Need help: Programming LCD in Assembly using an Arduino Mega 2560

I'm trying to control an HD44780 LCD with a 2560, but I'm a bit confused as to the pin arrangement. The instructions here http://arduino.cc/en/Tutorial/LiquidCrystal state which pins you should use, and the Arduino examples (such as Hello World) work flawlessly. However, since I am doing this in assembly, I need to know exactly which ATmega 2560 pin is connected to which IO pin on the board. If you go here http://arduino.cc/en/uploads/Main/arduino-mega2560-schematic.pdf you can see the schematic and which pin goes to what IO port. So I'm noticing that pins 2,3,4, and 5 go to PE4, PE5, PG5 (wtf?) and PE3(???). Is this arrangement correct? Because I thought (based on the instructions and examples I have found so far on how to make the LCD work in asm) that pins 2-5 were PE4-PE7 on the processor.

BTW... anyone know where I can find lots of asm examples for the 2560? I've only found a couple that are specific to that processor.

Thanks in advance 8)

You can use any pins for the LCD, the interface is parallel, and will work with any DIO pins. Yes, the digital pins 2-5 on the mega map to PE 3,4,5 and PG 5, and you will want to use digital pins on the same bus, maybe PA 0-3 (mega digital pins 22,23,24,25). Just out of curiousity, why are you using assembly?

Best of luck!

I'm using assembly because this is for a lab in my school and we aren't allowed to use higher level languages. Lemme show a bit of the code I have so far:

.INCLUDE "M2560DEF.INC"

.equ RS = portb6
.equ Enable = portb5
.equ BusyFlag = porte4


    rjmp main

main:
    rcall init



init:
    rcall wait
    sbi portb,6
    ldi r16,0b0011_0000
    out porte,r16
    sbi portb,5         ;Set Enable
    nop
    cbi portb,5         ;Clear Enable

    rcall wait
    ldi r16,0b0011_0000
    out porte,r16
    sbi portb,5         ;Set Enable
    nop
    cbi portb,5         ;Clear Enable

    rcall wait
    ldi r16,0b0011_0000
    out porte,r16
    sbi portb,5         ;Set Enable
    nop
    cbi portb,5         ;Clear Enable

    rcall wait
    ldi r16,0b0010_0000         ;Start in 4-bit mode
    out porte,r16
    sbi portb,5         ;Set Enable
    nop
    cbi portb,5         ;Clear Enable
    rcall LCD_busy  

    ldi r24,high(0b0010_0000)   ;Set number of display lines and character font
    ldi r25,low(0b0010_0000)
    rcall sendcom

    ldi r24,high(0b0000_1000)   ;Display off
    ldi r25,low(0b0000_1000)
    rcall sendcom

    ldi r24,high(0b0000_0001)   ;Display clear
    ldi r25,low(0b0000_0001)
    rcall sendcom

    ldi r24,high(0x06)  ;Entry mode set
    ldi r25,low(0x06)
    rcall sendcom

    ret


sendcom:                ;Send Command - because we are using 4-bit mode, must send twice

    out porte,r24       ;Send High
    sbi portb,5         ;Set Enable
    nop
    cbi portb,5         ;Clear Enable
    rcall LCD_busy

    out porte,r25       ;Send Low
    sbi portb,5         ;Set Enable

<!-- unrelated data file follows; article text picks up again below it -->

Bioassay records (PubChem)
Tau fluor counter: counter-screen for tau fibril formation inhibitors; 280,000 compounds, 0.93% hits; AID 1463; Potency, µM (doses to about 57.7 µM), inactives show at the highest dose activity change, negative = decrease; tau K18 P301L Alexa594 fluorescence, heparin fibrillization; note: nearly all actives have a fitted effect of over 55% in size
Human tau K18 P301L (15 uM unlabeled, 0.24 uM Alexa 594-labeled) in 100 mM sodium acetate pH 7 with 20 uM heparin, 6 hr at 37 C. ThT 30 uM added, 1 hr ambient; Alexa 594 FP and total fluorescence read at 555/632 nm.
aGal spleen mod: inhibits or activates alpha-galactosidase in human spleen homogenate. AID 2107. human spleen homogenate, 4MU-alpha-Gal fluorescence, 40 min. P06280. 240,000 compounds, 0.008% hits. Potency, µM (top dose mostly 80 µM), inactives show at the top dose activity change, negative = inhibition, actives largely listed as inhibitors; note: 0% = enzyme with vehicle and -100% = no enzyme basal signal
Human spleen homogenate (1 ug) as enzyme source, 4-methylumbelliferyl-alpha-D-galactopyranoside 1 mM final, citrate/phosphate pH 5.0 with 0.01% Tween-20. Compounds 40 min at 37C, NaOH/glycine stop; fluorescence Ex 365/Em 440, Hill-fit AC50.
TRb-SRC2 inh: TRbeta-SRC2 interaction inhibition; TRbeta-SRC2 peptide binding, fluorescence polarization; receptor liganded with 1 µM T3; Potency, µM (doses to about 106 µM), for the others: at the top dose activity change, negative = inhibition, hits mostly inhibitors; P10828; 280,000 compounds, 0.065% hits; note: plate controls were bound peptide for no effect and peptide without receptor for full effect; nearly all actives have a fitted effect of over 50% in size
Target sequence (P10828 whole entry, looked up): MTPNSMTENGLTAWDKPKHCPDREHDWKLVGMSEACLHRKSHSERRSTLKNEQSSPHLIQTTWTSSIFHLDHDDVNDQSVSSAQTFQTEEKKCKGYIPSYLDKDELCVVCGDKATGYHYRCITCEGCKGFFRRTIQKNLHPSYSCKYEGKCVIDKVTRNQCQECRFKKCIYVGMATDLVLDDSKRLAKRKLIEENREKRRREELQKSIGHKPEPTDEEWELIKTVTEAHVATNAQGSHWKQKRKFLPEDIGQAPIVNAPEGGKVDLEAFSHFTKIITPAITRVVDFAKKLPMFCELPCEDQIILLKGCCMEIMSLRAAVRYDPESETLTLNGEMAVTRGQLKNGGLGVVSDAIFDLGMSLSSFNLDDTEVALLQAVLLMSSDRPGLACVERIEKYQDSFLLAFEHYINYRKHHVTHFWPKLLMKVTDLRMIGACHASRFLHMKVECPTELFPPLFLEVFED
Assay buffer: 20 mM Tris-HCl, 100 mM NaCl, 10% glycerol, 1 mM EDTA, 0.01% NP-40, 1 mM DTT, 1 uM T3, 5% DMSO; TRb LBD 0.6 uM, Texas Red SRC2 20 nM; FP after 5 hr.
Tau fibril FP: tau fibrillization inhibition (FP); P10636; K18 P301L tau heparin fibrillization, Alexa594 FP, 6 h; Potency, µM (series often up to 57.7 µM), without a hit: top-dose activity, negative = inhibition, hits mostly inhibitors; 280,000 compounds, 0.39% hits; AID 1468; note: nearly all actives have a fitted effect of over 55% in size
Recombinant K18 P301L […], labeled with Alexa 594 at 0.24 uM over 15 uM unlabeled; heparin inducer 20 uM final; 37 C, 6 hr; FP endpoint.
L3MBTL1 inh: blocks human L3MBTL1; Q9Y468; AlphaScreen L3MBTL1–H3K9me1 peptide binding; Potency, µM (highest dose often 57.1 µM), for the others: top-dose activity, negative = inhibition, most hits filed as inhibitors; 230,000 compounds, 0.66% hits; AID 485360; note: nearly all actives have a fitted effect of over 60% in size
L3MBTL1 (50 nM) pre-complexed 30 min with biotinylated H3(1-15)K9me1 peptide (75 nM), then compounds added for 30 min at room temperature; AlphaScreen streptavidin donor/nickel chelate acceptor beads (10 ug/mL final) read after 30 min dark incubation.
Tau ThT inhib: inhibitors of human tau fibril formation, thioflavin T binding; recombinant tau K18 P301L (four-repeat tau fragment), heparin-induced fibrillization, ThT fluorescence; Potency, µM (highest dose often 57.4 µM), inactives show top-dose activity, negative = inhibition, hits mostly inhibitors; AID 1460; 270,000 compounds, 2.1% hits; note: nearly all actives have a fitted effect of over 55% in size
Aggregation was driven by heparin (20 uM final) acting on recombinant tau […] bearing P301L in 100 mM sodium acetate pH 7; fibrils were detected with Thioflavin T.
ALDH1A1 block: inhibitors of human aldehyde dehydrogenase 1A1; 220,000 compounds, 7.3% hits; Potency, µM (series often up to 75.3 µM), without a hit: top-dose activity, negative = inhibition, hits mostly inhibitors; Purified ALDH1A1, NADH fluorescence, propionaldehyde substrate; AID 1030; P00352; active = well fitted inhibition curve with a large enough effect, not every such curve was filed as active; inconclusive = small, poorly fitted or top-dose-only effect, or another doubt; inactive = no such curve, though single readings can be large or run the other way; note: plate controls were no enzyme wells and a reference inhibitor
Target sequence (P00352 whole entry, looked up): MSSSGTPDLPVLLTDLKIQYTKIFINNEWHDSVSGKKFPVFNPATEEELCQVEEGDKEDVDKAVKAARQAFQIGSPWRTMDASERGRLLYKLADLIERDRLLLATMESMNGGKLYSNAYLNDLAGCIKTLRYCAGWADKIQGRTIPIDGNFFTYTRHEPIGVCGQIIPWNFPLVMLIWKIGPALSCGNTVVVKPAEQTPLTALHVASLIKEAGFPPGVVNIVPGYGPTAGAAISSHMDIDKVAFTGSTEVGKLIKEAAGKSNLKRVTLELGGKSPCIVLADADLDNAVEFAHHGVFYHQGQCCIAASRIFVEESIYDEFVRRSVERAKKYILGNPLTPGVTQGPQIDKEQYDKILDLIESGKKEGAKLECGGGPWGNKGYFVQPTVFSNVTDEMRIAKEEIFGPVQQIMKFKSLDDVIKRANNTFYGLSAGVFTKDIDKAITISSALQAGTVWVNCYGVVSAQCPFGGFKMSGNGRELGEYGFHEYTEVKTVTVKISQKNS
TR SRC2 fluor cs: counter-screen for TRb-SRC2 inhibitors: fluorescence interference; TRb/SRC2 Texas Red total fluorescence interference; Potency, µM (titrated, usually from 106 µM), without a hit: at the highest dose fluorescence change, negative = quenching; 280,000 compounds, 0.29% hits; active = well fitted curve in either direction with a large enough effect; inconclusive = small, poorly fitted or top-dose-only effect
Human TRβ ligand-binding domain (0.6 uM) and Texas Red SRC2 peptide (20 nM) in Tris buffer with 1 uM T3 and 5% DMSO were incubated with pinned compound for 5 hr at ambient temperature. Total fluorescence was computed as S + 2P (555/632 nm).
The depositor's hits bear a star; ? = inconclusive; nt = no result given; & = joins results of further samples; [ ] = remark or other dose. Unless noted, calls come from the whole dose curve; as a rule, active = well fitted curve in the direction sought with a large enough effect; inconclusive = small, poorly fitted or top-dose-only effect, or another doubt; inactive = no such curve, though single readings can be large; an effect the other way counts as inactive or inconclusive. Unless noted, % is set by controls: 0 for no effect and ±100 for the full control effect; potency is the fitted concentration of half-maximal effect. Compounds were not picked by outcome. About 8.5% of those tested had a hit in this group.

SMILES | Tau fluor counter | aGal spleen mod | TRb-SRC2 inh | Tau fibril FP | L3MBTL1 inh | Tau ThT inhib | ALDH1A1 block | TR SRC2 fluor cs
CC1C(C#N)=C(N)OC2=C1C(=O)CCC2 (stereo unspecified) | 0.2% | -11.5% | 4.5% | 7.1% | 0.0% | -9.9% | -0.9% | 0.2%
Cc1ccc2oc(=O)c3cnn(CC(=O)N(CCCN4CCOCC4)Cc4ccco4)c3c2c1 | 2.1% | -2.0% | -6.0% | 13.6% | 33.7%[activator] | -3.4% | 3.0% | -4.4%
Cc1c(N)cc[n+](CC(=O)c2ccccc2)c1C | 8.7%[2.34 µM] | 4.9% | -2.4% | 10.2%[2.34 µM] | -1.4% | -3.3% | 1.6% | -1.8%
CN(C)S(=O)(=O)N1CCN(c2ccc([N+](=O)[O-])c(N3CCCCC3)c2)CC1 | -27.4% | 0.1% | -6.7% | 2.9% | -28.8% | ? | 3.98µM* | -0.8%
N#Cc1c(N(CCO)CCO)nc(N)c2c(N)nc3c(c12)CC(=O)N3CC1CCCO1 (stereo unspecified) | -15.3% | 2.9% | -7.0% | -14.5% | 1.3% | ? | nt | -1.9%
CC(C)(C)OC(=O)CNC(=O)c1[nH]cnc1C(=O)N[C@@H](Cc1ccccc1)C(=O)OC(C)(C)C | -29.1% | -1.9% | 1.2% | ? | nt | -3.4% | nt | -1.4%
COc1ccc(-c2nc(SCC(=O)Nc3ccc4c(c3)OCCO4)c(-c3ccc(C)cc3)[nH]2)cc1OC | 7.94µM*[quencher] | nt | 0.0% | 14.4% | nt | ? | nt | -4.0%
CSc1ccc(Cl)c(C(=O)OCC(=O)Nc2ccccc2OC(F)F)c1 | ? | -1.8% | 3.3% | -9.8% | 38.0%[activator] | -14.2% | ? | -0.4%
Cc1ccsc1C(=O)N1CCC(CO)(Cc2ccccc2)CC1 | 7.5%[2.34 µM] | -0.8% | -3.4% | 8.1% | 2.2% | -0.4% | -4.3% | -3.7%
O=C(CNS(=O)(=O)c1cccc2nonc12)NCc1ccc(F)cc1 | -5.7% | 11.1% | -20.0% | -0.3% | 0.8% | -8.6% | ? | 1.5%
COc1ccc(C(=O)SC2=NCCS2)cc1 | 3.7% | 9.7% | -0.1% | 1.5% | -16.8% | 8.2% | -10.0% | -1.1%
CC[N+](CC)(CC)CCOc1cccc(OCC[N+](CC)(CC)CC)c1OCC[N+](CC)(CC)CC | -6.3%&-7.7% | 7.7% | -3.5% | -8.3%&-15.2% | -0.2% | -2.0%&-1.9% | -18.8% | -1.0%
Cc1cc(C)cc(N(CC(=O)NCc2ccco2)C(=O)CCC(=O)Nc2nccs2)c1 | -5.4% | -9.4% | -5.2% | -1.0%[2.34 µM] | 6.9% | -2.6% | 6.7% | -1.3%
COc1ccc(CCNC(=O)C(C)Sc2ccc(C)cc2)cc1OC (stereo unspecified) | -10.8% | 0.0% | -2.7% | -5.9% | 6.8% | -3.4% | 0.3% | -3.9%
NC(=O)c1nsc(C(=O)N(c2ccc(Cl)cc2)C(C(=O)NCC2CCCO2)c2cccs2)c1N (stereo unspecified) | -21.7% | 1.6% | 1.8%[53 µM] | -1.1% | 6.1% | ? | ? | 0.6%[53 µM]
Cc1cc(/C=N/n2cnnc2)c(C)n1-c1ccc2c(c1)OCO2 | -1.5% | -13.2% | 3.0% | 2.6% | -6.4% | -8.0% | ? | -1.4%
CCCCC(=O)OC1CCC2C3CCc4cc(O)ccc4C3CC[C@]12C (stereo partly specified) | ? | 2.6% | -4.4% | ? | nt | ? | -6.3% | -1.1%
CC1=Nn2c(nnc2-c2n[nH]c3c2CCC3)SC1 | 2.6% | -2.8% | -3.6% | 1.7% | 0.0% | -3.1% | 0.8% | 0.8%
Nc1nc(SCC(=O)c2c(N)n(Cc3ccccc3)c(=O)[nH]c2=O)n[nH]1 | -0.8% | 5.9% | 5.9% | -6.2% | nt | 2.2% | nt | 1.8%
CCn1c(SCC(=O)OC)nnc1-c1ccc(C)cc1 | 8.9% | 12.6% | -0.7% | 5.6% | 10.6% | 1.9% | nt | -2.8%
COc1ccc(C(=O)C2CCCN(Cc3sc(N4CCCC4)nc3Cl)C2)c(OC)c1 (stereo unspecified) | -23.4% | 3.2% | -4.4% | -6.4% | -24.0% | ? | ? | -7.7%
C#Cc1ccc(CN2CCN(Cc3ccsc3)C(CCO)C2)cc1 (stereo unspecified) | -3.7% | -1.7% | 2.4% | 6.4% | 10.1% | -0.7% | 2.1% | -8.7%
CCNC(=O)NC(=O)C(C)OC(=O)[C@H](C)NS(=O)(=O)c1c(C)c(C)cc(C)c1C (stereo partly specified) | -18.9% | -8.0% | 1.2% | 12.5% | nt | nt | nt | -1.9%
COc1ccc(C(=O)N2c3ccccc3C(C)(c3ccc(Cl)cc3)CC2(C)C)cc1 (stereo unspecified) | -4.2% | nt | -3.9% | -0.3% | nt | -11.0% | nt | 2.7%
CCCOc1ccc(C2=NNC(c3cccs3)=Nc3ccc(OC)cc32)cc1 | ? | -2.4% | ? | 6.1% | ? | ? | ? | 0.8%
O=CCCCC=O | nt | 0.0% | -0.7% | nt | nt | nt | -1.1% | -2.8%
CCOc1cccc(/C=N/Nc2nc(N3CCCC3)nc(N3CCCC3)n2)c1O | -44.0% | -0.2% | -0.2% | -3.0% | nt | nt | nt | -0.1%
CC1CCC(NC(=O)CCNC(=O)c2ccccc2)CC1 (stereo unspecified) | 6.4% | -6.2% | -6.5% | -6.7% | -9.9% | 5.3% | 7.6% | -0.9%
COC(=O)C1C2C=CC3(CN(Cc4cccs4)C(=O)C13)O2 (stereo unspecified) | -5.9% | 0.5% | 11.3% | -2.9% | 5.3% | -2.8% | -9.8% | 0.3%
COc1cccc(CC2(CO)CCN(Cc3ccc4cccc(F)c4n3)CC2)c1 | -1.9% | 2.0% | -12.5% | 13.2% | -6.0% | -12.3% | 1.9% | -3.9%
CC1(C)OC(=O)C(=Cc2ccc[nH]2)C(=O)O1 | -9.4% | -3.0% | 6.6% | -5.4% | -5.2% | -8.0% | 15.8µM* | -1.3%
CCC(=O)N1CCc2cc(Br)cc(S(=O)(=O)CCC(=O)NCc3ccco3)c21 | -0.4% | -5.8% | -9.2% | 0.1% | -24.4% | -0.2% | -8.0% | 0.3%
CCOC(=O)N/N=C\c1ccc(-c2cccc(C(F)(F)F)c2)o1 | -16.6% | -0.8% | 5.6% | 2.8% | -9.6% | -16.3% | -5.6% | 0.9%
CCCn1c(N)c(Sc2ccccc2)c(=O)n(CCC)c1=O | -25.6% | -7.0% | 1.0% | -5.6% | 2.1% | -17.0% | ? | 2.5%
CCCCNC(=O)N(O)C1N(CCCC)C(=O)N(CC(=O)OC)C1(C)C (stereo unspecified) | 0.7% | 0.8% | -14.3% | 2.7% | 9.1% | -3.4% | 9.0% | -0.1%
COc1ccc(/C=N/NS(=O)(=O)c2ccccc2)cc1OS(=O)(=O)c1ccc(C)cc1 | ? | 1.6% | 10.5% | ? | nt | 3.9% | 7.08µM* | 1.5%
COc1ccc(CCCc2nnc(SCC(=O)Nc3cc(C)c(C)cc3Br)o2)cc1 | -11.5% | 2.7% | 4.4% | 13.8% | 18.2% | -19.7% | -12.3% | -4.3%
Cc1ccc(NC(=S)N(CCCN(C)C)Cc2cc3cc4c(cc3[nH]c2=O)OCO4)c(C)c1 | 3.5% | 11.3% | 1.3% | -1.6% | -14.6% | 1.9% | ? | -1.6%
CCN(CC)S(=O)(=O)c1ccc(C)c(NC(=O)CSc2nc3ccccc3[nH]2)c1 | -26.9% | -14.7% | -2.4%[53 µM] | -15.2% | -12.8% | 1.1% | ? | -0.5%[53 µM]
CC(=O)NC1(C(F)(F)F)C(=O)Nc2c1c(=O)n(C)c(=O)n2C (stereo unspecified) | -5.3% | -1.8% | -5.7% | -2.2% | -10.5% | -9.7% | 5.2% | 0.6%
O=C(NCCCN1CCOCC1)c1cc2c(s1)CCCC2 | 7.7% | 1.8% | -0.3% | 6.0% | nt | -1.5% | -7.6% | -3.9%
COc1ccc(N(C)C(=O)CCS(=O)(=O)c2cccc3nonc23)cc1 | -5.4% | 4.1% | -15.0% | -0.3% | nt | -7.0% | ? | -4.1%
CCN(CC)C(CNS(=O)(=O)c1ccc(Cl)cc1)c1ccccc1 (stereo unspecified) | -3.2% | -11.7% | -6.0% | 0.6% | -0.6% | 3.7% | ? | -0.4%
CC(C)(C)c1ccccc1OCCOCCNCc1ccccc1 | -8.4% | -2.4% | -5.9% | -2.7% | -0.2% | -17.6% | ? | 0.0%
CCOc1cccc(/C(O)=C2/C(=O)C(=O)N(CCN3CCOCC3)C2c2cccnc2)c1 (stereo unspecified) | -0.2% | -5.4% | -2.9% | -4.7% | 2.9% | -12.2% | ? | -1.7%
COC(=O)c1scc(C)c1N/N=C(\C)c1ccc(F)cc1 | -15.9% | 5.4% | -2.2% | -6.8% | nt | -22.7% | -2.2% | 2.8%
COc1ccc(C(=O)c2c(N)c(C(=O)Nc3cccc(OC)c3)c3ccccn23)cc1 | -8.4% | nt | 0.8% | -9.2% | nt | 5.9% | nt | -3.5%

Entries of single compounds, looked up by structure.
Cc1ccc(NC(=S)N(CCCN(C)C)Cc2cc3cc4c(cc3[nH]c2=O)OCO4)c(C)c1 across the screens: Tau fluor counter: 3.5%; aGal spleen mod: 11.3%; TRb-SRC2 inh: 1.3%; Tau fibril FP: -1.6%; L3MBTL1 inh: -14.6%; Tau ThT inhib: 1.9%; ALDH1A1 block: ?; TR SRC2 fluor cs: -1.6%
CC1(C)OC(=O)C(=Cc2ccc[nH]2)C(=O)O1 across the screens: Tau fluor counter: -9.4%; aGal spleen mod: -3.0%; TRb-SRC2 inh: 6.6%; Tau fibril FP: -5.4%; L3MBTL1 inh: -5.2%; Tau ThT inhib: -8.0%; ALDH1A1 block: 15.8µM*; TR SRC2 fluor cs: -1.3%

nop
    cbi portb,5         ;Clear Enable
    rcall LCD_busy

    ret




LCD_busy:

    cbi ddre,4          ;Set BF as input

check:
    sbic pine,4
    rjmp check
    ret




wait:
    ldi r17,8           ;Determines pause length, in this case 125ms

outer_loop:

    ldi r24,low(3037)
    ldi r25,high(3037)

delay_loop:

    adiw r24,1
    brne delay_loop

    dec r17
    brne outer_loop
    ret

It looks like you got better results at AVRfreaks even considering all the irrelevant information. ( http://www.avrfreaks.net/index.php?name=PNphpBB2&file=viewtopic&t=103663&postdays=0&postorder=asc&start=20)

BTW... anyone know where I can find lots of asm examples for the 2560? I've only found a couple that are specific to that processor.

You can use ASM examples for just about any AVR processor, but you still won't find very many.

Don

So I'm noticing that pins 2,3,4, and 5 go to PE4, PE5, PG5 (wtf?) and PE3(???). Is this arrangement correct?

Sounds right. Since the arduino environment "abstracts" pin numbers, they get a lot of flexibility is which pins are connected where. Perhaps this will help: https://spreadsheets.google.com/ccc?key=0AqdMB5dovDUZcm9YOUQ1cEdVclM0bXVTQkp5c3oxUVE&hl=en#gid=0 (It should be sortable on different columns, at least if you make your own copy of it...)

From that spreadsheet it looks like Ports A and C are nice and straightforward. Once you get your code working you should think about revising it so that any LCD pin can be connected to any microprocessor pin without changing anything except the equates.

Don

you should think about revising it so that any LCD pin can be connected to any microprocessor pin

Why? It is extremely common in microcontroller designs to wire peripherals in ways that put all the pins associated with a peripheral on a single "port." It makes the code simpler and faster, and the HW design only slightly more complex. The Arduino abstraction of connecting 8+ pins to a device and changing the value one pin at a time is nearly unheard of. (it works mostly because many applications where arduino is used don't have many pins connected to a single device.)

Why? It is extremely common in microcontroller designs to wire peripherals in ways that put all the pins associated with a peripheral on a single "port."

That's fine if you have a microcontroller like the 2560 with lots of I/O pins. If you have a 328 then all of the I/O pins serve two or more functions. You may have to use miscellaneous pins from more than one port to avoid conflicts with other devices that must be on a specific pin (PWM, I2C, etc.).

Don